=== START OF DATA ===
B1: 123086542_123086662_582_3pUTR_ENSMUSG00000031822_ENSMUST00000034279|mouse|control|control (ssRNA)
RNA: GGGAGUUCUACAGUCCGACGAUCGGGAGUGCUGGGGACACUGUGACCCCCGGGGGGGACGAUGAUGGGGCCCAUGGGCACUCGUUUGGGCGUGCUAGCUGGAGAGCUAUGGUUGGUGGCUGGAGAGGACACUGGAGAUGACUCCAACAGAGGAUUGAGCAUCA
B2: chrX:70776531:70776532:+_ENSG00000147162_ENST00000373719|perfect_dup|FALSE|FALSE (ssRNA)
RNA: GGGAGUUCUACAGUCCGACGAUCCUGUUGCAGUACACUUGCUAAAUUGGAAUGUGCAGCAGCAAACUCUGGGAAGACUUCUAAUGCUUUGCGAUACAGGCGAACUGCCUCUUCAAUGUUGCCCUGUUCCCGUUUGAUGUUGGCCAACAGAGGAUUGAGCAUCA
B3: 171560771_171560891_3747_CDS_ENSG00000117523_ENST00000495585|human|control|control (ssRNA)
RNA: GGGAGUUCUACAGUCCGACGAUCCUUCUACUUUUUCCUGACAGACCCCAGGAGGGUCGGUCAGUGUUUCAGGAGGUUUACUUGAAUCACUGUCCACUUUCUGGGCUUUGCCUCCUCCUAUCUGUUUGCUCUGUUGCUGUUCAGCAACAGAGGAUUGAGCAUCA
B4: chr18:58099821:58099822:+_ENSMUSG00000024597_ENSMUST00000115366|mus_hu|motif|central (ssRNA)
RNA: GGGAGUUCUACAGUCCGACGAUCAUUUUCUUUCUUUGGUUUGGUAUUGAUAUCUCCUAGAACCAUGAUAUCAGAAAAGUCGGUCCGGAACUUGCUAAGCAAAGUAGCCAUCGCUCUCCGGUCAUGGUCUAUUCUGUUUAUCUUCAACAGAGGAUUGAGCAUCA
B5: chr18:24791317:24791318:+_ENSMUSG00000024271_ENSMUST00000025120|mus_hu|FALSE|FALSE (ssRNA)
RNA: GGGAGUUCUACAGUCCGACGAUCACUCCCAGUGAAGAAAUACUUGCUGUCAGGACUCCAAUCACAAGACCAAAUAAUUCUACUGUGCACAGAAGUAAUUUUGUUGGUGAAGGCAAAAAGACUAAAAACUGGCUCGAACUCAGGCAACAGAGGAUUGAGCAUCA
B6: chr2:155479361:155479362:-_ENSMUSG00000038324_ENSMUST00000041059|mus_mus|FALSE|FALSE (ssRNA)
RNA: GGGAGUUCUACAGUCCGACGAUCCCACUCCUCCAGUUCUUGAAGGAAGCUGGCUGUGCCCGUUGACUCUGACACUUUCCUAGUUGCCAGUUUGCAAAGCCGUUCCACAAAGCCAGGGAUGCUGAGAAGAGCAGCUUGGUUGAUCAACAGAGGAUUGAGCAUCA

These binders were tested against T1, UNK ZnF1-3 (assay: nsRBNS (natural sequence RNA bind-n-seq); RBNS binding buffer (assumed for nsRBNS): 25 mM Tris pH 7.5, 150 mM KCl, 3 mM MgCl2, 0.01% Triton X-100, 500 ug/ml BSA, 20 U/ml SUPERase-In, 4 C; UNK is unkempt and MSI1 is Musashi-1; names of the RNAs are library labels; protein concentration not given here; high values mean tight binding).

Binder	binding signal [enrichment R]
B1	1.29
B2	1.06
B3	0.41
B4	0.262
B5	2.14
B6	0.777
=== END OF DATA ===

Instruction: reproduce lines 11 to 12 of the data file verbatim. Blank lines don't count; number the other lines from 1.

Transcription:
B6: chr2:155479361:155479362:-_ENSMUSG00000038324_ENSMUST00000041059|mus_mus|FALSE|FALSE (ssRNA)
RNA: GGGAGUUCUACAGUCCGACGAUCCCACUCCUCCAGUUCUUGAAGGAAGCUGGCUGUGCCCGUUGACUCUGACACUUUCCUAGUUGCCAGUUUGCAAAGCCGUUCCACAAAGCCAGGGAUGCUGAGAAGAGCAGCUUGGUUGAUCAACAGAGGAUUGAGCAUCA